Prince Fielder, 1B, Detroit Tigers: In the midst of an 11-game hitting streak, where Fielder has simply been mashing the ball, the most important stat for points leaguers is that he has but a single K over that span. With three straight weeks of 20 or more fantasy points, you're finally getting consistent first-round value from Fielder. And while not all batting streaks are created equal, one in which you hit .452 certainly is to be respected.
Santiago Casilla, RP, San Francisco Giants: Despite a rough outing against the Chicago Cubs on June 1, and an injury that held him out the remainder of the week, the closer still posted his fourth consecutive double-digit scoring period. Since May 17, he has a 1.04 ERA and a .229 batting average against. With only three walks allowed since the start of May, Casilla simply isn't going to add fuel to the fire too often.
Alejandro De Aza, OF, Chicago White Sox: Sometimes, slow and steady does win the race. While de Aza has not had any double-digit games over the past two scoring periods, he's still been as consistent as they come. With six points here and four points there, the outfielder has managed a .458 OBP in his past 10 games, stolen five bases and driven in 11 in the process. It's far from flashy, but it's a reason that in points leagues he's starting to catch up to his top-10 rank at his position in the ESPN Player Rater.
Wandy Rodriguez, SP, Houston Astros: He can't keep the ball in the park. The four round-trippers he allowed to the Cincinnati Reds on Saturday marked the third multi-homer outing in Rodriguez's past six starts. While a 4.62 ERA over that stretch is not something a pitcher of his ilk can't rebound from, the fact is that the Astros are just 4-8 in his 12 starts in 2012, and the likelihood of increased success in that department simply isn't there.
Tommy Milone, SP, Oakland Athletics: Milone has now lost three of his past four games despite a solid 2.93 ERA, thanks to practically no run support from his lineup (three runs scored in the four starts). However, he also allowed 30 hits in those games, to go along with five free passes. Since he's yet to strike out more than six in any contest, the lack of victories hurts him far more than most pitchers.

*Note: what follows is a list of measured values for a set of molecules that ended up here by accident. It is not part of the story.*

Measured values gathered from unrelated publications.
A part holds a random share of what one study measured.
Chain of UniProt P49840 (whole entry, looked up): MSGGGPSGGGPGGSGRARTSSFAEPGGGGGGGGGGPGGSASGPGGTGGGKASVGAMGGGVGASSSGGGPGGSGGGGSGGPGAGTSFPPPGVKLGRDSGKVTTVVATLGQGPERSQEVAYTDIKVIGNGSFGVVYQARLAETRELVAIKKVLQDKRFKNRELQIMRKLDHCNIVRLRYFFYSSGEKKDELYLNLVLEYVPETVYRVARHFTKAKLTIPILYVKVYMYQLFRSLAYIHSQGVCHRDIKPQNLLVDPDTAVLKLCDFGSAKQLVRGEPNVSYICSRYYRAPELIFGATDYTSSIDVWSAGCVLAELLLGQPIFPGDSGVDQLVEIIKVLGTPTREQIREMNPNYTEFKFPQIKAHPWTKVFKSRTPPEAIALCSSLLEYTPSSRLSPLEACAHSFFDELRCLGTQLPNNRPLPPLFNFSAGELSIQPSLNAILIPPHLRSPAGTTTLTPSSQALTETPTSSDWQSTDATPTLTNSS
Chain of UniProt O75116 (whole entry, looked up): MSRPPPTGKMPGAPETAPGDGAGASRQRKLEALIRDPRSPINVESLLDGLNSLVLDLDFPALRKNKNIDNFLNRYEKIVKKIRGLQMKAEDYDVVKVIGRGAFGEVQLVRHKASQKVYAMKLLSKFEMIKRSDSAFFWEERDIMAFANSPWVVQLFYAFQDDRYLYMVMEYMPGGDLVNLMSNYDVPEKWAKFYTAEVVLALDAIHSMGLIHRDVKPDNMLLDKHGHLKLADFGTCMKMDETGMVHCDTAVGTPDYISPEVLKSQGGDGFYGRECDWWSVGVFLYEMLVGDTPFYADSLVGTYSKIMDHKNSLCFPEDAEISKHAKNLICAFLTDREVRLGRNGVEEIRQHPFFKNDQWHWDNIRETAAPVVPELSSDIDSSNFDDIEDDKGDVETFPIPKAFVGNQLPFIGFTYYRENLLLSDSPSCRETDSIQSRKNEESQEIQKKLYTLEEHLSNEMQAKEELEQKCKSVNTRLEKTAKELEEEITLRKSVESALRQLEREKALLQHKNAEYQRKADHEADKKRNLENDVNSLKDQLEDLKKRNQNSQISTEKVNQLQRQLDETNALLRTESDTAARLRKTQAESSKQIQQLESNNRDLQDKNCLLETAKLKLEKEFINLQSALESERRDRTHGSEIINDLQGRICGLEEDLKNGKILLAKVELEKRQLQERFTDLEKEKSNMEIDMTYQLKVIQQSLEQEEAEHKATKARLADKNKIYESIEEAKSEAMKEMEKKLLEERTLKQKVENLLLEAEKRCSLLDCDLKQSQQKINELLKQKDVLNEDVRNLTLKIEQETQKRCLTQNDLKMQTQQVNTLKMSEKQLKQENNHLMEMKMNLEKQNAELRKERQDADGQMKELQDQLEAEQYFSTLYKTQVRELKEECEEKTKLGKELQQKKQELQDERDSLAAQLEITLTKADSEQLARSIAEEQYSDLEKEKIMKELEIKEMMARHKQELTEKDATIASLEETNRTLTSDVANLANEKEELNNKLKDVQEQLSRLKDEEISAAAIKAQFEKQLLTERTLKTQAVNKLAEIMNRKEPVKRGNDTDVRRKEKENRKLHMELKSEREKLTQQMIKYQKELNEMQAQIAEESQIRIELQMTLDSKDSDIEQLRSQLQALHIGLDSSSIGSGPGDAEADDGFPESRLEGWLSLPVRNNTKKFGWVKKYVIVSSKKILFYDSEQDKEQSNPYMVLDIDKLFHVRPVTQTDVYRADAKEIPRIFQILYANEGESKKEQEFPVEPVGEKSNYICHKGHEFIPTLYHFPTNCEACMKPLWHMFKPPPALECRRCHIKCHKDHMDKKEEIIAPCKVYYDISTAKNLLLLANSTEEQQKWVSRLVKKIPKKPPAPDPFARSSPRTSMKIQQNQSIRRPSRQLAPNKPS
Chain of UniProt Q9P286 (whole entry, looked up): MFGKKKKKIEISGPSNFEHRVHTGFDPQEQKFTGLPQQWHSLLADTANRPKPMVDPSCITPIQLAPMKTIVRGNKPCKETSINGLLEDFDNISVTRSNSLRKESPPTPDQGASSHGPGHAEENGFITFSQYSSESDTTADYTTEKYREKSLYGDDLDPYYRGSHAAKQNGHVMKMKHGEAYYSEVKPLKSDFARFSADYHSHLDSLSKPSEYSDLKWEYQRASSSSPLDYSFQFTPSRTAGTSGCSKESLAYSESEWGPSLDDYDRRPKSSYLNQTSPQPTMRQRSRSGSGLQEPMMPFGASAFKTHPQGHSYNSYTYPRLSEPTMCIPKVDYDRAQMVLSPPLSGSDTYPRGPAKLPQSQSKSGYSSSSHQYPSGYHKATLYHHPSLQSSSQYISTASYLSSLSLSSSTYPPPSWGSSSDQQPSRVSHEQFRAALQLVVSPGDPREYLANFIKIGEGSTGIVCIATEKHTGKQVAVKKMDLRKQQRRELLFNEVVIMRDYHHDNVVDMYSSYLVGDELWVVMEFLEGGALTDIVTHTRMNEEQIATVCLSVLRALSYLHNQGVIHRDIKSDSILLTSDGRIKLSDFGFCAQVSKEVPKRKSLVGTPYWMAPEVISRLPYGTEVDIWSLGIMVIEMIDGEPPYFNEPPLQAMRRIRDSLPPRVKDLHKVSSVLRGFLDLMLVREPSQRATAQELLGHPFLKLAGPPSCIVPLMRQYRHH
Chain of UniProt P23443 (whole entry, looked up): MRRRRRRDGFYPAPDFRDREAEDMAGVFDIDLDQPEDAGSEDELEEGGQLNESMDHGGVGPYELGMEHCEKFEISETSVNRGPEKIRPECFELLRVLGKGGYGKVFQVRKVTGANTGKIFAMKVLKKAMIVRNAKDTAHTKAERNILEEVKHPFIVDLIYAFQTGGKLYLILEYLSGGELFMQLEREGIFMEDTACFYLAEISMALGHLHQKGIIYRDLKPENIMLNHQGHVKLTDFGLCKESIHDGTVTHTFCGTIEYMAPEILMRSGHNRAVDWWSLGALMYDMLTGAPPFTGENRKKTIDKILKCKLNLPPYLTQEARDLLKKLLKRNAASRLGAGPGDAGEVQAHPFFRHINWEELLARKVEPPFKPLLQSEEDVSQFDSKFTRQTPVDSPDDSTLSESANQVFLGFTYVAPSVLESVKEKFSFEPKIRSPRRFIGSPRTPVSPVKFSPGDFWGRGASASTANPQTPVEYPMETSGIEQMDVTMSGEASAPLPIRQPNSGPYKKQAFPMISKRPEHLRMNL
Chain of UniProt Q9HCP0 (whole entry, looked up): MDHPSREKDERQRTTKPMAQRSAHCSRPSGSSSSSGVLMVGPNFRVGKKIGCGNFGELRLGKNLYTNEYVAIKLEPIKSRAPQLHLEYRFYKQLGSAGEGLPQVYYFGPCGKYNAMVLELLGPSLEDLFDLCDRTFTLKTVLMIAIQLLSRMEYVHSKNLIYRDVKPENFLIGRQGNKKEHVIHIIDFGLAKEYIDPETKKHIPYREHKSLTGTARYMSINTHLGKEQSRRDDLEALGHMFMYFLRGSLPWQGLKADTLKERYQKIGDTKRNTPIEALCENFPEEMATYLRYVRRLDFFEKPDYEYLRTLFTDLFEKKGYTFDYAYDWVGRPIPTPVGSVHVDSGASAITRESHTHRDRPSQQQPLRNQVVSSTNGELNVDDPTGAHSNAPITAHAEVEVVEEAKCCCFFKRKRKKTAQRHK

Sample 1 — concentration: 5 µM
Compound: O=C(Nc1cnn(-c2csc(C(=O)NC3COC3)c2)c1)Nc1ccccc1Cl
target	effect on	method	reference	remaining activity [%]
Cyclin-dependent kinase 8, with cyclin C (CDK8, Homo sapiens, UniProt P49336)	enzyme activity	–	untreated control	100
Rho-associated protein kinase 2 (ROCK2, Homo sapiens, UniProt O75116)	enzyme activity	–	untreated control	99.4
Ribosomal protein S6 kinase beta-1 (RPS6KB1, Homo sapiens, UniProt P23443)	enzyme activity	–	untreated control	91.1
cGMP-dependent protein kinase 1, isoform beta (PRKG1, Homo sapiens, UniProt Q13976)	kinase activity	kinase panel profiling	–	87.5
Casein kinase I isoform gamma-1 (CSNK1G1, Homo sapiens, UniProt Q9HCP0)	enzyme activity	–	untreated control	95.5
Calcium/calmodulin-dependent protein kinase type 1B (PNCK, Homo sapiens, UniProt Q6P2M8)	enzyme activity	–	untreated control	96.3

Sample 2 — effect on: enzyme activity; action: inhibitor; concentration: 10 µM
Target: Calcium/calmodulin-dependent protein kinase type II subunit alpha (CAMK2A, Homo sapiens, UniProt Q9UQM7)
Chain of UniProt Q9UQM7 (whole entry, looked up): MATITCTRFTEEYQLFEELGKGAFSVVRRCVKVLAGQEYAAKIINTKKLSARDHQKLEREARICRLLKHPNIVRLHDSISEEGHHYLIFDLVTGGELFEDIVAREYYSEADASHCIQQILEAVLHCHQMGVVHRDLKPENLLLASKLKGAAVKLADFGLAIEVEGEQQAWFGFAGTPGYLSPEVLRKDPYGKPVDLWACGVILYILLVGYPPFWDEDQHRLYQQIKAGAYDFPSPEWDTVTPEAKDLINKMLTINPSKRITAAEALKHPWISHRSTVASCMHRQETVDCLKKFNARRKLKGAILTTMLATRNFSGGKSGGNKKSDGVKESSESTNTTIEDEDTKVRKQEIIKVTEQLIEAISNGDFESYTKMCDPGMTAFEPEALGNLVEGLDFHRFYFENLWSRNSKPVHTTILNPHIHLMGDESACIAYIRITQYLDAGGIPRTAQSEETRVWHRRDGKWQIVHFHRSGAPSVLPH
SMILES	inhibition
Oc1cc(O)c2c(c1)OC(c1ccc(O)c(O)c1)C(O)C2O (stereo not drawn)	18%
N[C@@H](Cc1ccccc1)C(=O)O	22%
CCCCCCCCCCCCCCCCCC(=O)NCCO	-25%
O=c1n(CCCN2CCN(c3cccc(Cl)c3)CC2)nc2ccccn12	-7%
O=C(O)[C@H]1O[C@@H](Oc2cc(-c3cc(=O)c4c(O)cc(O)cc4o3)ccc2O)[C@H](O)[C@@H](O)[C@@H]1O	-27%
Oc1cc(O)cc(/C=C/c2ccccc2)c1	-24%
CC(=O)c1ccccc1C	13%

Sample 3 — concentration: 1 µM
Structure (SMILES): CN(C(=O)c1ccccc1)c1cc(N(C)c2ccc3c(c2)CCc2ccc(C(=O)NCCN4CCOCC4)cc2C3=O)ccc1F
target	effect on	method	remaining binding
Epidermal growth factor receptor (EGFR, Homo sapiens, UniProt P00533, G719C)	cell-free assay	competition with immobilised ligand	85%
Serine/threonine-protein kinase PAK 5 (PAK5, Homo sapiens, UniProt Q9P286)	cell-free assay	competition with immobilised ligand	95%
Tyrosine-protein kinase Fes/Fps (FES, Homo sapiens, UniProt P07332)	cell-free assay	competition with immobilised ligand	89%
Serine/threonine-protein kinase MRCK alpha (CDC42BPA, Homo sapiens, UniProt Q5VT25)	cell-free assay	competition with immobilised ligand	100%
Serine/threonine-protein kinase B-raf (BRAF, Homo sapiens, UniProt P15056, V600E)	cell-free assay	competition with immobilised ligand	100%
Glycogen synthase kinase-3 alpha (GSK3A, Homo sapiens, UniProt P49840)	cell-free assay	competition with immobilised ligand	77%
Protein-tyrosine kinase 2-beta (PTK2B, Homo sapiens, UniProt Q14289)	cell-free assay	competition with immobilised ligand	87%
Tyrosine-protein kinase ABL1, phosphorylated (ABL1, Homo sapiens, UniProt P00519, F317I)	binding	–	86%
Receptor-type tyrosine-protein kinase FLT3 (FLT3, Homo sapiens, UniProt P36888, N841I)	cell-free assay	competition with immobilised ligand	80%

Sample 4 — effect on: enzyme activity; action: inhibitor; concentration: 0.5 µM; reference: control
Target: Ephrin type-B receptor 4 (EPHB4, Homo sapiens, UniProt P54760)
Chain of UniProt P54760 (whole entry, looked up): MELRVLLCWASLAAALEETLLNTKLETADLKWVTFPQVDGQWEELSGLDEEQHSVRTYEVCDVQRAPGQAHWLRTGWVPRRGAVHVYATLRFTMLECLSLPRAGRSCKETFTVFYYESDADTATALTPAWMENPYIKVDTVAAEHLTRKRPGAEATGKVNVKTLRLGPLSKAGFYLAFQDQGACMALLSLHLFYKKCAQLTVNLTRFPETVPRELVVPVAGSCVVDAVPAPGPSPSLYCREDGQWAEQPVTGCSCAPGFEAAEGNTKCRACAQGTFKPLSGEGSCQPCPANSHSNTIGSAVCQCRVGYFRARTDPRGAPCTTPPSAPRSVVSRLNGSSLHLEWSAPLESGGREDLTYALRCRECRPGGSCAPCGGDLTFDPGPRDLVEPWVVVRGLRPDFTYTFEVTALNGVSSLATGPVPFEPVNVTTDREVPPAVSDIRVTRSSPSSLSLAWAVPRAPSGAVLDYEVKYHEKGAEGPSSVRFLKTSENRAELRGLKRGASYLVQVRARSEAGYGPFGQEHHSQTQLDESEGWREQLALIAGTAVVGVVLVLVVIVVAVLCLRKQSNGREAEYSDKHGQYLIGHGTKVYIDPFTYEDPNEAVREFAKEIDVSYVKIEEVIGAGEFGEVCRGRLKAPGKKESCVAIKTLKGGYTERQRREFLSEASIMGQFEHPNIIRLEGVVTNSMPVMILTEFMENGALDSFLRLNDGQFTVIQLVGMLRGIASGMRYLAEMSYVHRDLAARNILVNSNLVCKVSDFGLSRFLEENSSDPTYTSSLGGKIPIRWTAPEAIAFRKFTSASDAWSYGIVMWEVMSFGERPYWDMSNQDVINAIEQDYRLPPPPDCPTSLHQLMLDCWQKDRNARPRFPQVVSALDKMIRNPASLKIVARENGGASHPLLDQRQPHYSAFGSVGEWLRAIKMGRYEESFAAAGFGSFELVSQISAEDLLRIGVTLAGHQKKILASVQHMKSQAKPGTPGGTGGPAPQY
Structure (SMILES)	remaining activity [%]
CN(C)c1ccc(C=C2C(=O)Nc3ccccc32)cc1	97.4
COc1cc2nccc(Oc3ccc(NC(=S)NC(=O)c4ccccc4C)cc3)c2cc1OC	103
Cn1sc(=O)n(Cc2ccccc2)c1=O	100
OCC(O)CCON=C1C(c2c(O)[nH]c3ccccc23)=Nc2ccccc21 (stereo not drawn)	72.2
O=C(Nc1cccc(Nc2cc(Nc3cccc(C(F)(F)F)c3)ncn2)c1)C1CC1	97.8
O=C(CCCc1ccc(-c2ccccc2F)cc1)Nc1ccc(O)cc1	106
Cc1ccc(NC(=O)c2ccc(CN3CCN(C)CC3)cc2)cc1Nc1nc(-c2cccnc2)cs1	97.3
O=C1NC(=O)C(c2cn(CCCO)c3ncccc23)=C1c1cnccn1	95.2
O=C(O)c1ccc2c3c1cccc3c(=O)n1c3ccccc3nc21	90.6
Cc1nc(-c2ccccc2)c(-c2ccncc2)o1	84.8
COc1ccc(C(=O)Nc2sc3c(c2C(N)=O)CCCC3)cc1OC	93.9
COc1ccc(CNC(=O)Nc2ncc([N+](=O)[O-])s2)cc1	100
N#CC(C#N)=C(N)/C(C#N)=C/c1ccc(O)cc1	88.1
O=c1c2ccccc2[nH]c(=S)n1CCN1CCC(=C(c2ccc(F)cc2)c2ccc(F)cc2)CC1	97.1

Adam Dunn, 1B, Chicago White Sox: Thank goodness Dunn gets points for walks, lest his contributions for the past week be completely negative. He is mired in a 2-for-25 slump, with 14 strikeouts. Both the hits have sailed over the wall, which somewhat salvages the last scoring period. I've tried to be supportive, but even with a .324 OBP, Dunn needs to put a few more balls in play -- even if they are outs -- in order to be a viable points league option.
Matt Joyce, OF, Tampa Bay Rays: His power has seemingly dissipated, with only two homers since May 10 after having hit seven up to that point. He has also hit only three doubles in that span, meaning it's pretty much singles or bust for Joyce. If he were hitting at a .320 clip, that might be appealing, but as his batting average has now dipped below .290, the arrow is definitely pointing in the wrong direction.
Kenley Jansen, RP, Los Angeles Dodgers: It's not exactly Jansen's fault that the Dodgers went 1-6 last week, leaving little opportunity for saves. However, in the past 16 days, he has had just five appearances. That's simply not enough of a workload for fantasy owners who need consistent outings to remain competitive in a head-to-head environment. Now the team will fly all the way to Philadelphia for a series, then right back across the country to Seattle. Lack of work and added travel? This is not a good time to own Jansen.
Mike Aviles, SS, Boston Red Sox: With a .200 OBP since May 22 -- eight strikeouts and zero walks over that stretch -- there's hardly room for argument that Aviles has been an albatross. He's only had 14 fantasy points in the past two scoring periods and five of those came last Monday, most of which he tried to give back by the end of Week 8 with a negative-scoring weekend. He's no longer Bobby V's leadoff hitter and no longer worthy of your fantasy affections either.